On July 29, the Pentagon’s independent inspector general for Afghanistan told a group of reporters that with 20 years in and trillions dollars spent, Afghan security forces were not confident enough to do basic route clearance or checkpoint management.
Two weeks later, the Taliban had taken nearly all of Afghanistan and was preparing to launch its campaign into Kabul, the capital. Video would show Afghan forces laying down their weapons as the insurgents rolled into city after city, shocking many, but certainly not everyone.
“You know, you really shouldn’t be surprised if you’ve been reading our reports for at least the nine years ... that I’ve been there,” John Sopko, the special inspector general for Afghanistan reconstruction, said in late July. “We’ve been highlighting problems with our train, advise and assist mission with the Afghan military.”
After the Taliban took Kabul on Aug. 15, the chairman of the Joint Chiefs of Staff stood in the Pentagon briefing room and said that no one saw the country unraveling in that way.
“... the timeframe of a rapid collapse, that was widely estimated and ranged from weeks to months and even years following our departure,” Army Gen. Mark Milley said. “There was nothing that I or anyone else saw that indicated a collapse of this army and this government in 11 days.”
Milley, along with Defense Secretary Lloyd Austin, will be forced to revisit that assessment this week, as the two take questions from both the House and Senate Armed Services Committees.
While they may not have seen it taking a week and a half, there is a long trail of public reporting that Afghanistan was making little, if any, progress as a self-sustaining, democratic nation, despite public assurances that the U.S. was winning the War on Terror and that Afghanistan was a key front.
“The administration firmly believes that we’re about to turn the corner, and that we just need to give our policy a chance to work,” now-President Joe Biden, then a senator not yet selected as a running mate from Barack Obama, said during a Senate Committee on Foreign Relations hearing in January 2008. “I am curious as to what that policy is, because, quite frankly, I tell you, I’m somewhat ― I’m ― it’s not clear to me.”
In the Navy, they call it gundecking ― when your people or equipment aren’t up to snuff but you have to keep things moving, so you write up reports as if everything is going swimmingly.
The strategy was on the verge of success again several years later, then-Defense Secretary Leon Panetta told the National Press Club in 2012.
“That has been in my book, the significant turning point.” Panetta said. “For the first time, we saw the transition working, the Afghan army able to do its job, and violence going down.”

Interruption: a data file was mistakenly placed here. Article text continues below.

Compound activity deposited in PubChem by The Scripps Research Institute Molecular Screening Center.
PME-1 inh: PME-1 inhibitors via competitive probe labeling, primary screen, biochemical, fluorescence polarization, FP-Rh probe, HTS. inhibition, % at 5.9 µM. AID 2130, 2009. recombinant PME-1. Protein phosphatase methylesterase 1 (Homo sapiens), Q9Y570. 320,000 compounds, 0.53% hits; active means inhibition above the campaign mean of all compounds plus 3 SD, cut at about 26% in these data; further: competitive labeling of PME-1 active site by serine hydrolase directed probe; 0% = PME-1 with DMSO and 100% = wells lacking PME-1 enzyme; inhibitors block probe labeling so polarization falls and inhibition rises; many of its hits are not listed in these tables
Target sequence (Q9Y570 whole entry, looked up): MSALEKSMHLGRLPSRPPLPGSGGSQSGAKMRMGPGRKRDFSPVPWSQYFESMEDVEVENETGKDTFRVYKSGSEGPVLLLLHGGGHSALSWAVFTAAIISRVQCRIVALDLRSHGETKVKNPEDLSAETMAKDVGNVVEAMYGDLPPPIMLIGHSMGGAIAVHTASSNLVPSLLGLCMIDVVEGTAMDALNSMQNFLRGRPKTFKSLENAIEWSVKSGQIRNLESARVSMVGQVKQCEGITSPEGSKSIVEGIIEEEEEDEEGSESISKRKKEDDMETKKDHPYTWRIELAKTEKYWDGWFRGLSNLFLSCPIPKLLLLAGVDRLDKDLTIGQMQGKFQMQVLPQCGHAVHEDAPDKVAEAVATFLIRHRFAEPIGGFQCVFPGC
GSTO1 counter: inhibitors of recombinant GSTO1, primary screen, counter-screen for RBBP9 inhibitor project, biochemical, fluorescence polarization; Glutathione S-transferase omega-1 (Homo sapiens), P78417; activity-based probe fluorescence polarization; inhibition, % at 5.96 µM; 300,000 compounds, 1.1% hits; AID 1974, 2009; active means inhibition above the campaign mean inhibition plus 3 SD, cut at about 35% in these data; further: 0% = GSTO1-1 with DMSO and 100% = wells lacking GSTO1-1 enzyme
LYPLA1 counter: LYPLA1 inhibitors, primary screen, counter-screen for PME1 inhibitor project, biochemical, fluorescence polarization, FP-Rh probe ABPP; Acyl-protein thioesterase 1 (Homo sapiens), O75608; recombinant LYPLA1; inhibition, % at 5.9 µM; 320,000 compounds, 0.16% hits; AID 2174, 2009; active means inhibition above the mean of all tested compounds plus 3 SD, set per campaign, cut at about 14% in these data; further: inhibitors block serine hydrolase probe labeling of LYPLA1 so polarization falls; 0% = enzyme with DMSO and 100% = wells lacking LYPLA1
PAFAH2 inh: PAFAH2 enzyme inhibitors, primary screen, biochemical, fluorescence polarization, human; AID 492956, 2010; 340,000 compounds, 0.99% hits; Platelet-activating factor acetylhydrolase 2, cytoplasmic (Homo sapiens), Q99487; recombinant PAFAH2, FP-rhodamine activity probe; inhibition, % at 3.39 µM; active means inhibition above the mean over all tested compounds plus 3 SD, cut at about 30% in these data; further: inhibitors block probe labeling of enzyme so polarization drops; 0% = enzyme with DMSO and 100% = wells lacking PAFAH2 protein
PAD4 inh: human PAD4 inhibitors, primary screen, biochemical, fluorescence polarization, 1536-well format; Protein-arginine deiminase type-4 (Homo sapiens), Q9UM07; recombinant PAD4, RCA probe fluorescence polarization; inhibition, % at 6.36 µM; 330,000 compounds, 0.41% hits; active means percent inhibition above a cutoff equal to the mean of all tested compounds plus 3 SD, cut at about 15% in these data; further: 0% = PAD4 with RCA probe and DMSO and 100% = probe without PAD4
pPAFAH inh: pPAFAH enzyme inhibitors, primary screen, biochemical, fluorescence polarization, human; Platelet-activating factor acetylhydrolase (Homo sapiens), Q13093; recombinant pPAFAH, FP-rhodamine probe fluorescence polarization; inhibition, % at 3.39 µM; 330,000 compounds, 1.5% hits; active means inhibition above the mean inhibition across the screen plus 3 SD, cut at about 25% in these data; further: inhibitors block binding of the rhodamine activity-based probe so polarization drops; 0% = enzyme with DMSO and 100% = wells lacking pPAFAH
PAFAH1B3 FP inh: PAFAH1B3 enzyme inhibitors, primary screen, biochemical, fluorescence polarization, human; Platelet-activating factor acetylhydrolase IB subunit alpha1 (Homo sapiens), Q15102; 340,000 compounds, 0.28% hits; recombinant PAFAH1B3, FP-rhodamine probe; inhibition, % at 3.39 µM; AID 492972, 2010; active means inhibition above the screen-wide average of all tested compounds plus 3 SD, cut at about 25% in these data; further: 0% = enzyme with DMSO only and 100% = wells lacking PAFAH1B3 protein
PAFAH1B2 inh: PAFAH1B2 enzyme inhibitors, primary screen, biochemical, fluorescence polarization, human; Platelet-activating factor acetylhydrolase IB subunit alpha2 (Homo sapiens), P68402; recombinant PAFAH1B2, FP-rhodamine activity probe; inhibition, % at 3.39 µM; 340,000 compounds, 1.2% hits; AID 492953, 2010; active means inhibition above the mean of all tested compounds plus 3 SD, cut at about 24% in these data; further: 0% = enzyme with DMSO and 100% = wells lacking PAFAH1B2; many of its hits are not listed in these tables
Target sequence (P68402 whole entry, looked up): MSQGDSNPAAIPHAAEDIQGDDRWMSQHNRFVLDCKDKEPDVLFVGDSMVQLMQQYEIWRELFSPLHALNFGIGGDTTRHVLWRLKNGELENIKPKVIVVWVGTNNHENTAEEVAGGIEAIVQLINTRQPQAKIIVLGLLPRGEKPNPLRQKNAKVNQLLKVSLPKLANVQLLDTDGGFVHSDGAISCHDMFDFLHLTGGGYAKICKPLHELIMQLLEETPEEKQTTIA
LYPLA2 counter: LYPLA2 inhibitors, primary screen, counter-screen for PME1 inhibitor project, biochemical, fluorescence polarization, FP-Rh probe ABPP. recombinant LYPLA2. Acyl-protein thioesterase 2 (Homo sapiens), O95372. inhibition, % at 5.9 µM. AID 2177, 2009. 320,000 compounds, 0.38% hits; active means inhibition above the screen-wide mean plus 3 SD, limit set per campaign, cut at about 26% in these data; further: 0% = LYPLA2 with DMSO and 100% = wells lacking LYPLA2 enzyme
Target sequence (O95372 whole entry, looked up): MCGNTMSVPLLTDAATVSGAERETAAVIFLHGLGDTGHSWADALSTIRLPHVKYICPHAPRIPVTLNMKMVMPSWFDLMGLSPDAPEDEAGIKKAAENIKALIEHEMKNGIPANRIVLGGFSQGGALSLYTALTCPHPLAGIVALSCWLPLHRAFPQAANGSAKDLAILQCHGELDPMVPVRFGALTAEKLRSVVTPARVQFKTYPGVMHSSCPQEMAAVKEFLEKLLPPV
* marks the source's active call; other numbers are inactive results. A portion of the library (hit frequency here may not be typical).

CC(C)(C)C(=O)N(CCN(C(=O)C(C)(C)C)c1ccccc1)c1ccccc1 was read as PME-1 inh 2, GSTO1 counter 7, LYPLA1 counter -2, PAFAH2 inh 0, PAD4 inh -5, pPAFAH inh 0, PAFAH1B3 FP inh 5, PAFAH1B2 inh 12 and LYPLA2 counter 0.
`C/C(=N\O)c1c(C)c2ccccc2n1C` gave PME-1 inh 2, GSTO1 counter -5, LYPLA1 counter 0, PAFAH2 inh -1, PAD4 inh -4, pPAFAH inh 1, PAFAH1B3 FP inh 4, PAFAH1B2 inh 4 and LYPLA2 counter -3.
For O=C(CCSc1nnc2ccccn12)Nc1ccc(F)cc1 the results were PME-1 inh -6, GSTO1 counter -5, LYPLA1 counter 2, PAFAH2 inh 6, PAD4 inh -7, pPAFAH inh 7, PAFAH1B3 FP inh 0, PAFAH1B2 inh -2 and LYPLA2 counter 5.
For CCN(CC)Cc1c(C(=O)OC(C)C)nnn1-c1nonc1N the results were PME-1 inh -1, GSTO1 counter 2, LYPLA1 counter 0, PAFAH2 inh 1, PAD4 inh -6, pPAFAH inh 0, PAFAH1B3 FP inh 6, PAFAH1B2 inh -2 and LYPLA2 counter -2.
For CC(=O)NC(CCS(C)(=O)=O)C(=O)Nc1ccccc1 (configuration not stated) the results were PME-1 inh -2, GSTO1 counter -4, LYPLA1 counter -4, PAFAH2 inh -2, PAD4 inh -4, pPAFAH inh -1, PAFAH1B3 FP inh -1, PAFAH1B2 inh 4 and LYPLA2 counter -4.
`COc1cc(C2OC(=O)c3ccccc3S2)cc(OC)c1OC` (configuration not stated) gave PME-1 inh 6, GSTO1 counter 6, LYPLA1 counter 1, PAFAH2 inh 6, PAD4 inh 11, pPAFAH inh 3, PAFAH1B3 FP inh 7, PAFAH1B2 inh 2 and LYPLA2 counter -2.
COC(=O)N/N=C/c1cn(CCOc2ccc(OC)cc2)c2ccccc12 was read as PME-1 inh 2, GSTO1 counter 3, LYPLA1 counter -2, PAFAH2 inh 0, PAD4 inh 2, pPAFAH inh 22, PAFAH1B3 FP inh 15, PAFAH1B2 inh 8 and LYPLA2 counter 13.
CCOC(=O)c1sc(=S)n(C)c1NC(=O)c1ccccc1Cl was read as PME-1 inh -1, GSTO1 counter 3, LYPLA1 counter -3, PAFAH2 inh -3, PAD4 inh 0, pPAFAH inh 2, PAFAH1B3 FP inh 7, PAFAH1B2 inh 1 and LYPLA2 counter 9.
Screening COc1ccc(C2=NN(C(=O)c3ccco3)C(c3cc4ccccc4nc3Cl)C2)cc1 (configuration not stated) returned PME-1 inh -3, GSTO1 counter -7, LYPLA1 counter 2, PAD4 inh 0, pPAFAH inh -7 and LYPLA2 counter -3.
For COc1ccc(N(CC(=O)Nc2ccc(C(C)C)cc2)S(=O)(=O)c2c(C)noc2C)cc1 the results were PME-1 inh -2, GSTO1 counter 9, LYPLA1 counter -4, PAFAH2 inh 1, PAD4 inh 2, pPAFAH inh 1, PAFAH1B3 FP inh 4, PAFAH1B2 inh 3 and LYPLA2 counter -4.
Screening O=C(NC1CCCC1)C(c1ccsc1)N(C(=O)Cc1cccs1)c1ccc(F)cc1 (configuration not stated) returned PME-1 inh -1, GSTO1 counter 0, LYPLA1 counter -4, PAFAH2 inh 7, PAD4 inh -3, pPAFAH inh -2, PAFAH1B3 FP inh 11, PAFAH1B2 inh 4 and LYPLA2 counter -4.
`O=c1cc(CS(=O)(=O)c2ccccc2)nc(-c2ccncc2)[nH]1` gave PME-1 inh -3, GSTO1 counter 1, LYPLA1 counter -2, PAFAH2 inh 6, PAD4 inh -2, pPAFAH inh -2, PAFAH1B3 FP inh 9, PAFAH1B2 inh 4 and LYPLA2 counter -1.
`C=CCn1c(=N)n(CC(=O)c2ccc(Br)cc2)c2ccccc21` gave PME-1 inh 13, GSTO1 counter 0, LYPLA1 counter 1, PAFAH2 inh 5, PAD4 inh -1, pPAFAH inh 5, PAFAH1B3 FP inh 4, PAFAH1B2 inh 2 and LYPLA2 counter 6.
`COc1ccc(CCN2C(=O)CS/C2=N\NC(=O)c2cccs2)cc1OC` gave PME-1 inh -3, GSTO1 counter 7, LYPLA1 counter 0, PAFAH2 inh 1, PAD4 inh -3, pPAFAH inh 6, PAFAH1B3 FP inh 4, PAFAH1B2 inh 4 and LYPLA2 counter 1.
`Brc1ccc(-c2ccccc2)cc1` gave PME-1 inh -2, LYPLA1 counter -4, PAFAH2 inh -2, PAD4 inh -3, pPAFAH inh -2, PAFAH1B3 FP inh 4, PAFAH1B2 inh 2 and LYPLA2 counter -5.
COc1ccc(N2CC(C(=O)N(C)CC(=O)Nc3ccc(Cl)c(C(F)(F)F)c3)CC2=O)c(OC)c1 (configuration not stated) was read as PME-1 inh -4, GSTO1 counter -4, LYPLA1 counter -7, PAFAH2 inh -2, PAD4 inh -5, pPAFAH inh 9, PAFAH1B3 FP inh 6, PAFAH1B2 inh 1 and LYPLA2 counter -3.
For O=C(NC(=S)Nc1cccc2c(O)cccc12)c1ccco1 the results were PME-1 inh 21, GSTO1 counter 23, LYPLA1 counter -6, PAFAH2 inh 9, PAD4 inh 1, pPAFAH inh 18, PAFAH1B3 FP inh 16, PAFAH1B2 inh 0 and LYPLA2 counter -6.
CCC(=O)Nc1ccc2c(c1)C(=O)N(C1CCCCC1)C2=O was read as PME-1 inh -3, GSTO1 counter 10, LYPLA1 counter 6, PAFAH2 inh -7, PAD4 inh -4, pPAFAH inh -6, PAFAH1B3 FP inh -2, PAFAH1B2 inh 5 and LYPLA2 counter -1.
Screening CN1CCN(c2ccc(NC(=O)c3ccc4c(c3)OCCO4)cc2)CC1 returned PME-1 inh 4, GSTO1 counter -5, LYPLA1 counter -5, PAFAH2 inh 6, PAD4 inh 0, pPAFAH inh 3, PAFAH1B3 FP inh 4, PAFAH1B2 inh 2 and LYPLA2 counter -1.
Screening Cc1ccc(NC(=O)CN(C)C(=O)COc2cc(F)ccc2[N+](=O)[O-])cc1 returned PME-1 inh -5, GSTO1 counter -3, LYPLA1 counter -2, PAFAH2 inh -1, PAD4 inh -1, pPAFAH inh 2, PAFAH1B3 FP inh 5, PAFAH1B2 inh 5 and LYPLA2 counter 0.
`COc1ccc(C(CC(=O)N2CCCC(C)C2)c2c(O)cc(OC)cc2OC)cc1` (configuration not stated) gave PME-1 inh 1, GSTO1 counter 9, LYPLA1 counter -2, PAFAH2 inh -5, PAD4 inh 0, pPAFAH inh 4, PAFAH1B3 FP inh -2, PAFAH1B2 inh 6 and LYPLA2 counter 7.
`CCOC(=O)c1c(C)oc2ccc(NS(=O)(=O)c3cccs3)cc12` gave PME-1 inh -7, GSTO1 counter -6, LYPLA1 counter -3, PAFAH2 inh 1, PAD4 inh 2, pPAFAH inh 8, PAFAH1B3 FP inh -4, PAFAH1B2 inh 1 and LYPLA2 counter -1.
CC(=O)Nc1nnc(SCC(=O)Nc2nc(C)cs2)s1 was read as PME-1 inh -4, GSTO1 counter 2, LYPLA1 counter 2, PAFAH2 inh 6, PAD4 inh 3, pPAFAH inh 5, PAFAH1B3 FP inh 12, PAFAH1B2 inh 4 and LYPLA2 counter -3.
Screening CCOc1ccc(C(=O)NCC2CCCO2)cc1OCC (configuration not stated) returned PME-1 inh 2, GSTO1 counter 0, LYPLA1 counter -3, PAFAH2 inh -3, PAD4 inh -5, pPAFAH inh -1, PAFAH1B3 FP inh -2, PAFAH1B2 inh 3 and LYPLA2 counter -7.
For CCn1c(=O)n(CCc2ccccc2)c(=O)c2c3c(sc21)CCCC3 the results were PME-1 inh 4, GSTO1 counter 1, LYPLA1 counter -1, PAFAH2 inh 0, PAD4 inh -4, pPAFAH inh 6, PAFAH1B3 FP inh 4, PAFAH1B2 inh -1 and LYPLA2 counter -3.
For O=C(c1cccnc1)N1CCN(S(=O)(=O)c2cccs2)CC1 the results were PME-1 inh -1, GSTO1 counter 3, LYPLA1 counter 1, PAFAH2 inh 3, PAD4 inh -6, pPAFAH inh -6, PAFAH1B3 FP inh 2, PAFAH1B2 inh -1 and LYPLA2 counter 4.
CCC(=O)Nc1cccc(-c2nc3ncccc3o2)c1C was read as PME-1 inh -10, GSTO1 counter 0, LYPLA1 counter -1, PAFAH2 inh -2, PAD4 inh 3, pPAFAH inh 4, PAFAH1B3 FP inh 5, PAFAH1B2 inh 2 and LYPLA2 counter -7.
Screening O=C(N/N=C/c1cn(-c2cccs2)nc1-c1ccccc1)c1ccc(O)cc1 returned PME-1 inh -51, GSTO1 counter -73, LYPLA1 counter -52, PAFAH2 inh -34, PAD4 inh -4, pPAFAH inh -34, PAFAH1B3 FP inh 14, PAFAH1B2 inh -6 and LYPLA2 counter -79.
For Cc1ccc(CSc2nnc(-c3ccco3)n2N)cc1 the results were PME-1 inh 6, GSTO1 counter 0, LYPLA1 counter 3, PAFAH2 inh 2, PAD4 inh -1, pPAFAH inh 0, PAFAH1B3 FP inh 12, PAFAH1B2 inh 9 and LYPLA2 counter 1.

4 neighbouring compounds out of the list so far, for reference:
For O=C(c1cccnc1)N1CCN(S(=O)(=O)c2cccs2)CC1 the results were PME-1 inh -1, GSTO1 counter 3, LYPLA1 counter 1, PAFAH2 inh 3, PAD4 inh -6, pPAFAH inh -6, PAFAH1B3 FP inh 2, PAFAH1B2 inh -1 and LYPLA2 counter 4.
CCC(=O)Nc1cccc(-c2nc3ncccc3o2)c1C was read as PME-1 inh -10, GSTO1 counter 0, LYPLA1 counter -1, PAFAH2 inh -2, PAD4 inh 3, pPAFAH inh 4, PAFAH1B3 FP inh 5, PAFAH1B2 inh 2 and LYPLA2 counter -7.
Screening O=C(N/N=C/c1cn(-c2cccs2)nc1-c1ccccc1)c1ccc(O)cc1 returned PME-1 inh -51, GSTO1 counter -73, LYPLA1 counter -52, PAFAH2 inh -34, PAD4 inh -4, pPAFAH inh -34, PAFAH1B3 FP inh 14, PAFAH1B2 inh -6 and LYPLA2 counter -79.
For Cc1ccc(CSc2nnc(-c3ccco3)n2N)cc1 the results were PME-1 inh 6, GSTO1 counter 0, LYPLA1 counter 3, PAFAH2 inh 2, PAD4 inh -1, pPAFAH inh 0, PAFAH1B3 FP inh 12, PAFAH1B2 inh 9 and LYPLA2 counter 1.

But dozens of SIGAR reports detail the underwhelming prowess of the Afghan National Army and National Police, despite the growing competence of its pilots and special operations forces. The most recent came out July 30, the first to be released after President Joe Biden’s April announcement of a full withdrawal.
With that in mind, the SIGAR focused on how the Afghan forces would handle their own logistics, especially fuel. It didn’t look great.
“Fuel remains a major area for theft and corruption in Afghanistan,” according to the report.
Rank-and-file troops weren’t properly trained on fuel handling and quality testing, the report continued, and there was no oversight in place to require the defense or interior ministries to accurately report how much fuel they used ― necessary to make sure security forces received the fuel that they needed, rather than getting extra that could be stolen or sold.
The corruption of Afghan government and military officials was well-documented by the SIGAR, as was the slow progress in building and maintaining a force that could fight off the Taliban, though the Pentagon did not adopt any of the reports’ findings into its own messaging.
“It really depends on the kind of political and military leadership that the Afghans can muster, to turn this around,” Pentagon spokesman John Kirby told reporters Aug. 11. “They have the capability, have the capacity, and now it’s really time to use those things.”
To that end, the U.S. was prepared to continue helping the Afghan National Security Forces from afar, both by footing their payroll and procurement bills, but also through logistics and maintenance.
What went wrong
Backlash throughout the drawdown pointed to the chasm between years of rosy public assessments and the situation that played out in mid-August, but to call the whole thing a charade doesn’t quite describe the situation.
You might think “one of two things is true. They’re either stupid, or they’re dishonest. They’re either too stupid to understand what’s happening, or they’re dishonest in their reporting,” retired Army Gen. Stanley McChrystal, who commanded the NATO mission in Afghanistan from between 2009 and 2010, told Military Times in a Sept. 7 interview. “I didn’t see either of those. What I saw was people given tasks. They are trying to get those tasks done.”
The nature of military action is to break down a mission into pieces and work through them one by one, with oversight to ensure that each objective feeds into the larger mission. That’s tough when the mission changes.
“I think that the goalpost shifting is typical in any war, any conflict,” he said. “The reality is, nations enter a war with certain goals in mind. And often, very quickly into the war, their goals shift, because those original goals may not be achievable.”
And, often, in the course of executing a military mission, non-military issues come up, but commanders don’t always have the knowledge or wherewithal to follow up with them.
“The reality is, you’ve got somebody focused on a narrow task,” he said. “And the bigger reality are the weaknesses, that either aren’t in their lane, or they don’t feel like they are the right person to report that.”
So military leaders give the civilians above them the best advice they have, McChrystal said. But the chain of command being what it is, they have no choice but to carry out what the administration prescribes. And then, they have to consider the messaging, and that showing any dissent in public could not only jeopardize their jobs, but could inform how much faith their troops have in the mission.
“If you go to that leader and say, ‘Can you take that hill?’ and the leader goes, ‘You know, 50/50, I don’t know,’ the troops behind that leader are going, ‘Hey, what’s going on here? You’re asking me to assault the hill, and you’re saying you don’t think we can do it,’ " he said.
Lying doesn’t really describe it, he said, though that’s the conclusion many people draw.